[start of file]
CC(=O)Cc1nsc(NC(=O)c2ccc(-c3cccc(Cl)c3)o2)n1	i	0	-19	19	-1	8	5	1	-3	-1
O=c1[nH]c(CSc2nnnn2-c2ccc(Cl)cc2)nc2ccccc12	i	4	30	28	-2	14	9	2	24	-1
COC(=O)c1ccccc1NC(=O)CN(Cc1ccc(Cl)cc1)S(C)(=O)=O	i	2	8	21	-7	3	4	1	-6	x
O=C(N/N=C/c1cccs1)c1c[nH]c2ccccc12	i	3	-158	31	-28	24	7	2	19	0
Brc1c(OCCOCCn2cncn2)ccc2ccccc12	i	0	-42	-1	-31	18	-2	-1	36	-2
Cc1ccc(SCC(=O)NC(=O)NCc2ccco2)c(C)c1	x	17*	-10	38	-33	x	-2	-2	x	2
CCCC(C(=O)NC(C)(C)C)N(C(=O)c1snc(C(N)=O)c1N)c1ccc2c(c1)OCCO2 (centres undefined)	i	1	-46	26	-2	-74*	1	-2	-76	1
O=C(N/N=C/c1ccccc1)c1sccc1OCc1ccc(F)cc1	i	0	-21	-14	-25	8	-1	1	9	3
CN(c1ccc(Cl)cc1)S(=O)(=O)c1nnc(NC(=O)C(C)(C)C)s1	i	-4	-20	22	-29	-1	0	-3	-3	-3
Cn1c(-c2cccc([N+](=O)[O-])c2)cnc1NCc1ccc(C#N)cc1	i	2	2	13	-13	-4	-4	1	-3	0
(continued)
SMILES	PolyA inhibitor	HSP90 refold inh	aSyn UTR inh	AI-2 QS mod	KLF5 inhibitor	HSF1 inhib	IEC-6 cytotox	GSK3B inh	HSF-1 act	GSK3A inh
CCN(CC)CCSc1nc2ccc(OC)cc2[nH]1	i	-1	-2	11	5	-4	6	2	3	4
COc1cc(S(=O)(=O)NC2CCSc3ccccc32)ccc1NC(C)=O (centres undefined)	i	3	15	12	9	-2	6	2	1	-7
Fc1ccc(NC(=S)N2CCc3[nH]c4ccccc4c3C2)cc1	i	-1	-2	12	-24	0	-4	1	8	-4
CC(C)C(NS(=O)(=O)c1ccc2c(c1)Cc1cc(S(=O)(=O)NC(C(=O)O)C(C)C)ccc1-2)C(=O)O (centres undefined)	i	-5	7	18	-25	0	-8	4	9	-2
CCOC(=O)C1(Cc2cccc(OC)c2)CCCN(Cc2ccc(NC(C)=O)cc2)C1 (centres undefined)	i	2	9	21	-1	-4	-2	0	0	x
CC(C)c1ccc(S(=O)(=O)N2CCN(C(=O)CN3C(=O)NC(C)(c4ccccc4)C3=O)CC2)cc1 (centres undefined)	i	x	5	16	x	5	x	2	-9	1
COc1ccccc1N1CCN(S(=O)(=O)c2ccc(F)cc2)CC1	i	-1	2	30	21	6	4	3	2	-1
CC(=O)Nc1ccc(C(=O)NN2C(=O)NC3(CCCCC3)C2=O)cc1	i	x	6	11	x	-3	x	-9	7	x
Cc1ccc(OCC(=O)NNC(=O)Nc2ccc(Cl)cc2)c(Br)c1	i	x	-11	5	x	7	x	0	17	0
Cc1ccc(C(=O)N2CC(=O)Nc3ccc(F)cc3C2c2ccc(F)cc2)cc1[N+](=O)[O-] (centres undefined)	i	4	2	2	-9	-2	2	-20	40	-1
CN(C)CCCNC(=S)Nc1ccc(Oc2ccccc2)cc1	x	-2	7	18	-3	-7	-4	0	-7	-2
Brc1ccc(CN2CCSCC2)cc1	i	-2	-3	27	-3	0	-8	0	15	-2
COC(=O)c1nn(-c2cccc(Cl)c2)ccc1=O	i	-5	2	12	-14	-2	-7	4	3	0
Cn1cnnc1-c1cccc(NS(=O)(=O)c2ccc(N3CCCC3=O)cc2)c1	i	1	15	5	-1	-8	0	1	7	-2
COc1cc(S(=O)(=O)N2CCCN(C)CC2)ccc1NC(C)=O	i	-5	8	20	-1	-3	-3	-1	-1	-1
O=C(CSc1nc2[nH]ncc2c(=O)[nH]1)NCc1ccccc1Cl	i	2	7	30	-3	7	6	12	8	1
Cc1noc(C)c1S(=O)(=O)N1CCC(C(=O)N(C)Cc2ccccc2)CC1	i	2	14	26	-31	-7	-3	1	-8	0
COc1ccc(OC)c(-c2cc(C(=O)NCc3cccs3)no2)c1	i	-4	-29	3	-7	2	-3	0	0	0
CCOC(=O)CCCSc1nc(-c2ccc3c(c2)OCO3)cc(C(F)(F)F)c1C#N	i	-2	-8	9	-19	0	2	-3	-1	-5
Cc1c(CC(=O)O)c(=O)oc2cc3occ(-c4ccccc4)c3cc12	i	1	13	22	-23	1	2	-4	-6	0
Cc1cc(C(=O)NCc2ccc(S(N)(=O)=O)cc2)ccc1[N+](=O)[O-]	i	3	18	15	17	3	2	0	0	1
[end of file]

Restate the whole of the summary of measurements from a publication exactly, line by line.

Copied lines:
CC(=O)Cc1nsc(NC(=O)c2ccc(-c3cccc(Cl)c3)o2)n1	i	0	-19	19	-1	8	5	1	-3	-1
O=c1[nH]c(CSc2nnnn2-c2ccc(Cl)cc2)nc2ccccc12	i	4	30	28	-2	14	9	2	24	-1
COC(=O)c1ccccc1NC(=O)CN(Cc1ccc(Cl)cc1)S(C)(=O)=O	i	2	8	21	-7	3	4	1	-6	x
O=C(N/N=C/c1cccs1)c1c[nH]c2ccccc12	i	3	-158	31	-28	24	7	2	19	0
Brc1c(OCCOCCn2cncn2)ccc2ccccc12	i	0	-42	-1	-31	18	-2	-1	36	-2
Cc1ccc(SCC(=O)NC(=O)NCc2ccco2)c(C)c1	x	17*	-10	38	-33	x	-2	-2	x	2
CCCC(C(=O)NC(C)(C)C)N(C(=O)c1snc(C(N)=O)c1N)c1ccc2c(c1)OCCO2 (centres undefined)	i	1	-46	26	-2	-74*	1	-2	-76	1
O=C(N/N=C/c1ccccc1)c1sccc1OCc1ccc(F)cc1	i	0	-21	-14	-25	8	-1	1	9	3
CN(c1ccc(Cl)cc1)S(=O)(=O)c1nnc(NC(=O)C(C)(C)C)s1	i	-4	-20	22	-29	-1	0	-3	-3	-3
Cn1c(-c2cccc([N+](=O)[O-])c2)cnc1NCc1ccc(C#N)cc1	i	2	2	13	-13	-4	-4	1	-3	0
(continued)
SMILES	PolyA inhibitor	HSP90 refold inh	aSyn UTR inh	AI-2 QS mod	KLF5 inhibitor	HSF1 inhib	IEC-6 cytotox	GSK3B inh	HSF-1 act	GSK3A inh
CCN(CC)CCSc1nc2ccc(OC)cc2[nH]1	i	-1	-2	11	5	-4	6	2	3	4
COc1cc(S(=O)(=O)NC2CCSc3ccccc32)ccc1NC(C)=O (centres undefined)	i	3	15	12	9	-2	6	2	1	-7
Fc1ccc(NC(=S)N2CCc3[nH]c4ccccc4c3C2)cc1	i	-1	-2	12	-24	0	-4	1	8	-4
CC(C)C(NS(=O)(=O)c1ccc2c(c1)Cc1cc(S(=O)(=O)NC(C(=O)O)C(C)C)ccc1-2)C(=O)O (centres undefined)	i	-5	7	18	-25	0	-8	4	9	-2
CCOC(=O)C1(Cc2cccc(OC)c2)CCCN(Cc2ccc(NC(C)=O)cc2)C1 (centres undefined)	i	2	9	21	-1	-4	-2	0	0	x
CC(C)c1ccc(S(=O)(=O)N2CCN(C(=O)CN3C(=O)NC(C)(c4ccccc4)C3=O)CC2)cc1 (centres undefined)	i	x	5	16	x	5	x	2	-9	1
COc1ccccc1N1CCN(S(=O)(=O)c2ccc(F)cc2)CC1	i	-1	2	30	21	6	4	3	2	-1
CC(=O)Nc1ccc(C(=O)NN2C(=O)NC3(CCCCC3)C2=O)cc1	i	x	6	11	x	-3	x	-9	7	x
Cc1ccc(OCC(=O)NNC(=O)Nc2ccc(Cl)cc2)c(Br)c1	i	x	-11	5	x	7	x	0	17	0
Cc1ccc(C(=O)N2CC(=O)Nc3ccc(F)cc3C2c2ccc(F)cc2)cc1[N+](=O)[O-] (centres undefined)	i	4	2	2	-9	-2	2	-20	40	-1
CN(C)CCCNC(=S)Nc1ccc(Oc2ccccc2)cc1	x	-2	7	18	-3	-7	-4	0	-7	-2
Brc1ccc(CN2CCSCC2)cc1	i	-2	-3	27	-3	0	-8	0	15	-2
COC(=O)c1nn(-c2cccc(Cl)c2)ccc1=O	i	-5	2	12	-14	-2	-7	4	3	0
Cn1cnnc1-c1cccc(NS(=O)(=O)c2ccc(N3CCCC3=O)cc2)c1	i	1	15	5	-1	-8	0	1	7	-2
COc1cc(S(=O)(=O)N2CCCN(C)CC2)ccc1NC(C)=O	i	-5	8	20	-1	-3	-3	-1	-1	-1
O=C(CSc1nc2[nH]ncc2c(=O)[nH]1)NCc1ccccc1Cl	i	2	7	30	-3	7	6	12	8	1
Cc1noc(C)c1S(=O)(=O)N1CCC(C(=O)N(C)Cc2ccccc2)CC1	i	2	14	26	-31	-7	-3	1	-8	0
COc1ccc(OC)c(-c2cc(C(=O)NCc3cccs3)no2)c1	i	-4	-29	3	-7	2	-3	0	0	0
CCOC(=O)CCCSc1nc(-c2ccc3c(c2)OCO3)cc(C(F)(F)F)c1C#N	i	-2	-8	9	-19	0	2	-3	-1	-5
Cc1c(CC(=O)O)c(=O)oc2cc3occ(-c4ccccc4)c3cc12	i	1	13	22	-23	1	2	-4	-6	0
Cc1cc(C(=O)NCc2ccc(S(N)(=O)=O)cc2)ccc1[N+](=O)[O-]	i	3	18	15	17	3	2	0	0	1